Looking back at Thanksgiving 2015, I had a LOT to be grateful for including 75 comments from readers who (mostly) loved that post and are STILL commenting on it four years later! http://margueriteelisofon.com/2015/11/25-things-to-feel-thankful-for-in-a-challenging-world.html
Since everyone enjoyed my last Thanksgiving list, I thought that I would update it this year. Most people would agree that the world is a more challenging place than ever in 2019, regardless of which side of the political divide you find yourself on. As for my own tiny world, some things are MUCH better, so let me list those first on my gratitude list.
- My son Matt is home from Los Angeles for Thanksgiving, Christmas AND his birthday, so my empty nest is full again!
- My twins will celebrate their 29th (gulp!!!) birthday together with their mom and dad.
- My son sold his second television script to TBS and has an option on a film script.
- Samantha’s opportunity to speak at the United Nations for World Autism Awareness Day AGAIN.
- My daughter’s invitation to sing at the Korean embassy on December 3rd for International Disabilities day at a reception for MIKTA (Mexico, Indonesia, Turkey, Korea and Australia).
- The joy on Samantha’s face whenever and wherever she performs on stage.
- My husband enjoying his best year EVER professionally, despite the naysayers who think lawyers over 65 should retire.
- My health. My breasts are safe for another year after two needle biopsies were negative.
- My deaf 92-year old mom’s gift of hearing aids, which will (hopefully) make Thanksgiving dinner less frustrating—and more inclusive—for our family.
- My wonderful friends—old and new—that supported me through an emotionally trying year.
- Robin Reinach, my BFF since 7th grade… So glad we found each other..
- Wonderful memories of Samantha’s movie Keep the Change—unexpectedly and wildly successful— and how it has forever changed our daughter’s life and ours.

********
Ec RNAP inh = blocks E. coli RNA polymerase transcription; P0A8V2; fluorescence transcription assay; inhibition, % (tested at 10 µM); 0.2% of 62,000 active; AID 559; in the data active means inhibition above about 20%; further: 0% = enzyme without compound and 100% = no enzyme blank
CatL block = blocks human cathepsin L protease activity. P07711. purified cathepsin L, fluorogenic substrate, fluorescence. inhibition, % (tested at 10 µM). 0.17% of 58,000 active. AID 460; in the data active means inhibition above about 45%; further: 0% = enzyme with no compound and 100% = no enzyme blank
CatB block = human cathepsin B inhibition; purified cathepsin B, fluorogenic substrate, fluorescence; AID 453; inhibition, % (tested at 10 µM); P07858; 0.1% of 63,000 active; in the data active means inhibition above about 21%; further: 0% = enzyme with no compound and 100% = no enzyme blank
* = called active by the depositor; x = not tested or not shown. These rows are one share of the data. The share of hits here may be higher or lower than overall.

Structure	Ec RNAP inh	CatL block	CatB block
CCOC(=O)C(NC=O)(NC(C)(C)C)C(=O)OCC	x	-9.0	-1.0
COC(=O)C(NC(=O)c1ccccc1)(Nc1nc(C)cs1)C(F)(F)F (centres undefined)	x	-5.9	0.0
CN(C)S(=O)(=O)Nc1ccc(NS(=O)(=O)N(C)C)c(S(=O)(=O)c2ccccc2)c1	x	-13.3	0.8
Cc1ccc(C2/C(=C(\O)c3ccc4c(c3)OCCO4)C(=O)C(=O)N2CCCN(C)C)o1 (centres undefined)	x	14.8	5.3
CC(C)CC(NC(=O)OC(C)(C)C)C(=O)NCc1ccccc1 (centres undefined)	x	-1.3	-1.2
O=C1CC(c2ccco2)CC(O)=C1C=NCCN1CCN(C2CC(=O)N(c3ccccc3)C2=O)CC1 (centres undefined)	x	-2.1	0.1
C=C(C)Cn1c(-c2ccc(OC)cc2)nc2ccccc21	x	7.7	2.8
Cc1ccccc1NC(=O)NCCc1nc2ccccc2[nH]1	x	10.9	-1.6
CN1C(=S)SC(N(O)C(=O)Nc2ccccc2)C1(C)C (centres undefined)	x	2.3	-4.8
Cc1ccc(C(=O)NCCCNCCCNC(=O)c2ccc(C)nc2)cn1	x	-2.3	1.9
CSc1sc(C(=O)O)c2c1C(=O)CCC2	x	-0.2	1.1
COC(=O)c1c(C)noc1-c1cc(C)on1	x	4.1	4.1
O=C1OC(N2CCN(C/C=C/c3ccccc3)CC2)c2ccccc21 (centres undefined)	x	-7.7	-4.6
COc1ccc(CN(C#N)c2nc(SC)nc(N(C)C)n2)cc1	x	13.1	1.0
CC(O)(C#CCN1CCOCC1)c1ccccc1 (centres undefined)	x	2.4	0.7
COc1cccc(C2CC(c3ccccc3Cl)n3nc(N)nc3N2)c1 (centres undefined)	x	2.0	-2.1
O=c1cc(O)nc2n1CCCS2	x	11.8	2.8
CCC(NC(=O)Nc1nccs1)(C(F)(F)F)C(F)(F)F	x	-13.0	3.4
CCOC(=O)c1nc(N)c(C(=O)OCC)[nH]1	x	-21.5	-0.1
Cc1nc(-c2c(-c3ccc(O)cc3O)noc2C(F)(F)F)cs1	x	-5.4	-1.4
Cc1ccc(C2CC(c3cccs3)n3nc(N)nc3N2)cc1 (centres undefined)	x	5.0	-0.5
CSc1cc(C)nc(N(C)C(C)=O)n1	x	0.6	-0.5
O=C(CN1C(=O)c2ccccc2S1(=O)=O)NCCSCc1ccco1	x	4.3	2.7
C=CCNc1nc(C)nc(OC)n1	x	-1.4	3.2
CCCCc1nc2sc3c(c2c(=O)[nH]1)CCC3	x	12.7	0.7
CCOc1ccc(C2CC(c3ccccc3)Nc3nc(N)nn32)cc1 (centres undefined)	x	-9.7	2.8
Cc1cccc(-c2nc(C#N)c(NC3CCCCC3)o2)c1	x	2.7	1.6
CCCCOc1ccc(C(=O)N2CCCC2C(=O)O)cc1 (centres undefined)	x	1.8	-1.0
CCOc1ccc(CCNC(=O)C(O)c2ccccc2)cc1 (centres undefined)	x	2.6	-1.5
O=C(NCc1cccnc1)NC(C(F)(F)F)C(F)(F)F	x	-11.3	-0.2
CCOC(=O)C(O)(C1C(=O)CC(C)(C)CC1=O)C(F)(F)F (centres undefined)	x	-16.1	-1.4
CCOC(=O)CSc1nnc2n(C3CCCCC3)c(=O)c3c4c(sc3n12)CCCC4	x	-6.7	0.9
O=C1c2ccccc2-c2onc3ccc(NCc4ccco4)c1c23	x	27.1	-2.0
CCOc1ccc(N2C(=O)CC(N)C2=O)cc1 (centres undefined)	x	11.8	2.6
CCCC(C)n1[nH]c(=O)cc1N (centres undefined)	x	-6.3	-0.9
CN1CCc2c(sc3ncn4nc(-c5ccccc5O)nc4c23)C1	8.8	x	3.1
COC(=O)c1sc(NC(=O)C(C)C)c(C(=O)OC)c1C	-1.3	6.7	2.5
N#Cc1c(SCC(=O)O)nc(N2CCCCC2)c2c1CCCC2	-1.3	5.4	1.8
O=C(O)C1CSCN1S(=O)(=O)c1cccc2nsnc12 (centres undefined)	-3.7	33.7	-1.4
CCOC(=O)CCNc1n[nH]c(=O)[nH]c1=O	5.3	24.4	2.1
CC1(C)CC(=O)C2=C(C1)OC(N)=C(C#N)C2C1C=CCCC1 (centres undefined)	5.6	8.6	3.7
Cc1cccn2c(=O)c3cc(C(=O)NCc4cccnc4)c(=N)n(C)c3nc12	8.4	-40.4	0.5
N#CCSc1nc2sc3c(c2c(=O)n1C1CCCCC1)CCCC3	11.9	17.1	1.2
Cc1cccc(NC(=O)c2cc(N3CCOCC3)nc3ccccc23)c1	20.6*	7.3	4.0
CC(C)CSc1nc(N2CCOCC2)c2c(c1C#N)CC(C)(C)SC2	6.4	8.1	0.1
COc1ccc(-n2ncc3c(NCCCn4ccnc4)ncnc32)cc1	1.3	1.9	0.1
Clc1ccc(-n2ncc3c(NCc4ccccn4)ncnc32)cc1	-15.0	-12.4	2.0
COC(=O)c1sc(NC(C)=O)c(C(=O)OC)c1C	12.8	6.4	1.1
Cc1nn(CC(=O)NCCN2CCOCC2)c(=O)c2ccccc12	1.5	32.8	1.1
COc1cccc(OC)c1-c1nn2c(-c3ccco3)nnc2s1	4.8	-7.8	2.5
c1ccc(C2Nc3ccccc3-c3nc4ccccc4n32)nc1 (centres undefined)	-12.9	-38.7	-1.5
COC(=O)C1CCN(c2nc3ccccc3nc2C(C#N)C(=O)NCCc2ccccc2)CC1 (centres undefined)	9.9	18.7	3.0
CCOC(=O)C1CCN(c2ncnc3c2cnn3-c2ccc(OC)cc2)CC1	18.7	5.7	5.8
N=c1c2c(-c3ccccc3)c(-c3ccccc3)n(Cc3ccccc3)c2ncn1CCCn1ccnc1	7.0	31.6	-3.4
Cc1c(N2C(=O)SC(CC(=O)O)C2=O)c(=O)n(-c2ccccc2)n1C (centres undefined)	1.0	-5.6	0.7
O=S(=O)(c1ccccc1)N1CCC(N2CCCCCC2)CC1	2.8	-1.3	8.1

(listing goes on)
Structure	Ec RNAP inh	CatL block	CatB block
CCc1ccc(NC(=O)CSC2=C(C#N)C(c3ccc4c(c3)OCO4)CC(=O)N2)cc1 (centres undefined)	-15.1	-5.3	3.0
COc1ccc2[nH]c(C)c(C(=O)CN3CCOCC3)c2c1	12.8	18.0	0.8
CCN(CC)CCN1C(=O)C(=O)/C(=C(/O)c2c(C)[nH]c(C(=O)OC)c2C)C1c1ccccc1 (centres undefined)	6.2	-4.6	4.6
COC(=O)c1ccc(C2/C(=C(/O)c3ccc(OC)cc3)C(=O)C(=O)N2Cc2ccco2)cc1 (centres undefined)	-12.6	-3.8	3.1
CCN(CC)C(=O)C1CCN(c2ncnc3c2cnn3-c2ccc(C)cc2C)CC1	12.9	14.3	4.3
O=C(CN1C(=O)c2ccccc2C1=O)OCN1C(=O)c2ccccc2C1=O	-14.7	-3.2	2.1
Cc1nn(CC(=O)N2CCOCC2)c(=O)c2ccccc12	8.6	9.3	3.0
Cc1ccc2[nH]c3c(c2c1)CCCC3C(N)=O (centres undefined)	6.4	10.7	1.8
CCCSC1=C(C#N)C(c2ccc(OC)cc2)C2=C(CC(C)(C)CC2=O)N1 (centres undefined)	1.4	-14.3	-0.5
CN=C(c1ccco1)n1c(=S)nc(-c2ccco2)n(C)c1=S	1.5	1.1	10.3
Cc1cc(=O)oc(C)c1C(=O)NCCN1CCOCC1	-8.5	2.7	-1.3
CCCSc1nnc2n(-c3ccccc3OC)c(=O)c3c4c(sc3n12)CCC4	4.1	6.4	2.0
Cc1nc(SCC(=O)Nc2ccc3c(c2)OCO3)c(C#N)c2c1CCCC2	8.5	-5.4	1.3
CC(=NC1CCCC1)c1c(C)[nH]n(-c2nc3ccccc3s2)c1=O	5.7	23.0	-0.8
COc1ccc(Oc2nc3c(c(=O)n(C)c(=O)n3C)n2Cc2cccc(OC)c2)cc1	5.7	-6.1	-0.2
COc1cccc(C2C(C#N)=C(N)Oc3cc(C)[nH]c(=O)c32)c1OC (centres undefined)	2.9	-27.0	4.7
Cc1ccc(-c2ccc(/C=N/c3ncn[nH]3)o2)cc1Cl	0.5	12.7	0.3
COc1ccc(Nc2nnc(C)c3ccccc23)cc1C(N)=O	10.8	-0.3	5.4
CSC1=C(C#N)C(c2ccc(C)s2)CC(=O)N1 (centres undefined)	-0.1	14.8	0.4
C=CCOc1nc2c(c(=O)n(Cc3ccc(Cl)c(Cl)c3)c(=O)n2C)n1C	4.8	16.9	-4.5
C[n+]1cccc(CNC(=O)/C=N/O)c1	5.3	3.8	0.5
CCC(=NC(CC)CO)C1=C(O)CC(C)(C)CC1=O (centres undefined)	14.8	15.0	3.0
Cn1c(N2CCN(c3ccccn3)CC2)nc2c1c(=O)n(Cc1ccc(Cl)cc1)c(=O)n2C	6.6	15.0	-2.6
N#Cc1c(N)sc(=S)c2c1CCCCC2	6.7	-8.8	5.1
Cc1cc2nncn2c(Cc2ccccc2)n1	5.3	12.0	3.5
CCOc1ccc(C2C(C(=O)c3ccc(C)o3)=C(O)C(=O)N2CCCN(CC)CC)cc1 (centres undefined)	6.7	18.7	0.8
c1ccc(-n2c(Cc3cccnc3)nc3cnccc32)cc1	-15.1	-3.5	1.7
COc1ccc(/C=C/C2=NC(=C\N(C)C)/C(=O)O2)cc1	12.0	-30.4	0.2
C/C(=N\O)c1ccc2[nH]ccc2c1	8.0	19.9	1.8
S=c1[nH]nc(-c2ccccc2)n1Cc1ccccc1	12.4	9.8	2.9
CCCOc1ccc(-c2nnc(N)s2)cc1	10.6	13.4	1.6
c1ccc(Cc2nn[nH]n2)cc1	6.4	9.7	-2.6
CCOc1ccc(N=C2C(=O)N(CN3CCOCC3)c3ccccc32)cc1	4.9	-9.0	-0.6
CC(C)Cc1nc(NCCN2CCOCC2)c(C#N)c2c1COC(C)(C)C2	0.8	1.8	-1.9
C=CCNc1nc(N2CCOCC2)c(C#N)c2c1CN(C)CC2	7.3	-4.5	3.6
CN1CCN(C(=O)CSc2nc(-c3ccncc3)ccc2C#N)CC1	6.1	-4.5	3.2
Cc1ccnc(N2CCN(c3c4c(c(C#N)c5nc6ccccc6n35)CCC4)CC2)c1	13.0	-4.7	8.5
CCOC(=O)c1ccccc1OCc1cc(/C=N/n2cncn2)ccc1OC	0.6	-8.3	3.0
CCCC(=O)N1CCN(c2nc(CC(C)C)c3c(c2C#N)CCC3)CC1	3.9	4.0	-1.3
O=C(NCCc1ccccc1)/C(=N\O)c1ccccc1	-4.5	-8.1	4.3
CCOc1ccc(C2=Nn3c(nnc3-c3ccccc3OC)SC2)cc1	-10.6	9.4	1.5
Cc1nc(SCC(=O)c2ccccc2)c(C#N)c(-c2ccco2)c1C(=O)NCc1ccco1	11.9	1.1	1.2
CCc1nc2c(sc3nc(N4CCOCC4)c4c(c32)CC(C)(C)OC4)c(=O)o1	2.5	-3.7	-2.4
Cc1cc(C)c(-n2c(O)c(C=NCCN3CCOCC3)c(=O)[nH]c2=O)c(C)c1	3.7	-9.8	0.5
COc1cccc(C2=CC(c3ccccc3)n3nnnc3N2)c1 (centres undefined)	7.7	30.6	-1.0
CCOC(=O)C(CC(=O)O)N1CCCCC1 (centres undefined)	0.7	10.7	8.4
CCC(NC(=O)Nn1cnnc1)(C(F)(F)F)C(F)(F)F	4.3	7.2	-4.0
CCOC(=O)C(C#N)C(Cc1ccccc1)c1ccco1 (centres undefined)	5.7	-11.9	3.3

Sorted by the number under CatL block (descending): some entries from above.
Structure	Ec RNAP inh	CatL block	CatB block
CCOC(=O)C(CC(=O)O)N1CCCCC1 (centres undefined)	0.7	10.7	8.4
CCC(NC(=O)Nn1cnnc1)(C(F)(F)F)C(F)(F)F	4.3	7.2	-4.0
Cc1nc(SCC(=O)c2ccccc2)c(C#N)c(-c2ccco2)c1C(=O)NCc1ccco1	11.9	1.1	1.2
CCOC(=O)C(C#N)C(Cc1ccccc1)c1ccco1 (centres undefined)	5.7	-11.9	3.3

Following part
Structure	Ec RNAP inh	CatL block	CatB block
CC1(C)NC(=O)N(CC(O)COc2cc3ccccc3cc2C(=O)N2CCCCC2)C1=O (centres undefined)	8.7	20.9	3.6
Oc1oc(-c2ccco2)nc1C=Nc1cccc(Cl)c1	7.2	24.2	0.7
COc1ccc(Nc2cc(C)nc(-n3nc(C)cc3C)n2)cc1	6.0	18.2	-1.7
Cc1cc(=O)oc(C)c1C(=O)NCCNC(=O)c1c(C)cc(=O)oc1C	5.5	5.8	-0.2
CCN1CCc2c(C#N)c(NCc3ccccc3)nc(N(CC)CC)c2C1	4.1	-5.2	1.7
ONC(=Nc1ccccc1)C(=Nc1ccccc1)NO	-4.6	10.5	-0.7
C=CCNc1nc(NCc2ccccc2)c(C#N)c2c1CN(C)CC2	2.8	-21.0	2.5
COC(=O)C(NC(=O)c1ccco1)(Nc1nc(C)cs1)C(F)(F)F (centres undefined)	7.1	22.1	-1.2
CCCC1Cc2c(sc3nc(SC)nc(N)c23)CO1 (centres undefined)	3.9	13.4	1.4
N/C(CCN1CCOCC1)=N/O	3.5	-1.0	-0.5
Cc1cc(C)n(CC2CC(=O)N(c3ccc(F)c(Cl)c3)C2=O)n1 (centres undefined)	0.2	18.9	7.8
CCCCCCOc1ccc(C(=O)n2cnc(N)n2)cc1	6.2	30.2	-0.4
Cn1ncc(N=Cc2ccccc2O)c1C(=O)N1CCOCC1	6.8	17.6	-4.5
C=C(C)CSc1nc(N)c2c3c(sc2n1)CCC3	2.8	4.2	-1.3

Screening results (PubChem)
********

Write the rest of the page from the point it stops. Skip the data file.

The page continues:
- Being a United State citizen—not as proud of our country as I was in 2015—but relieved that I can’t be deported or separated from my children.
- The Q train. I can get to Broadway in 15 minutes. A reward for suffering through the drilling, noise and upheaval as a long-time Second Avenue resident.
- Dip powder manicures. My nails are the only part of my anatomy that has improved dramatically at 63.
- The U.S. Constitution and an enduring democracy.
- Greta Thunberg for leading young people around the world to take action against global warming.
- Kody Lee, a blind autistic man, for entering and winning America’s Got Talent.
- Kody Lee’s mom, for believing in her son’s talent and persevering through his challenges, with the same passion and determination I devote to my daughter.
- Marjorie Madfis and all of the autism moms and caregivers who nurture their children through adulthood and help find them meaningful employment.
- Zumba class and the friendly group of ladies who share my joy in dance.
- Nearby restaurants that serve Thanksgiving dinner.
- Not being a turkey.
- The time and space to write whatever I want.
The holiday trifecta of Thanksgiving, Christmas and New Year’s will never be my favorite time of year. Our family is in a whole different universe than the Norman Rockwell painting of the big, happy neurotypical family gathered around a turkey dinner. Still, I am grateful for my family, even at the most difficult times, which often turn out to be what everyone else calls holidays.
I would never want to miss the silver-lining moments and truly special times our family has shared. I treasure the magical-if-fleeting memories of deep connection that happen between my daughter on the spectrum and the rest of our tiny family. Those memories are what give me hope that next year will be filled with continued good health and greater joy.
According to Andy Dufresne from The Shawshank Redemption—one of my favorite movies—“hope is a good thing, maybe the best of things. And no good thing ever dies.”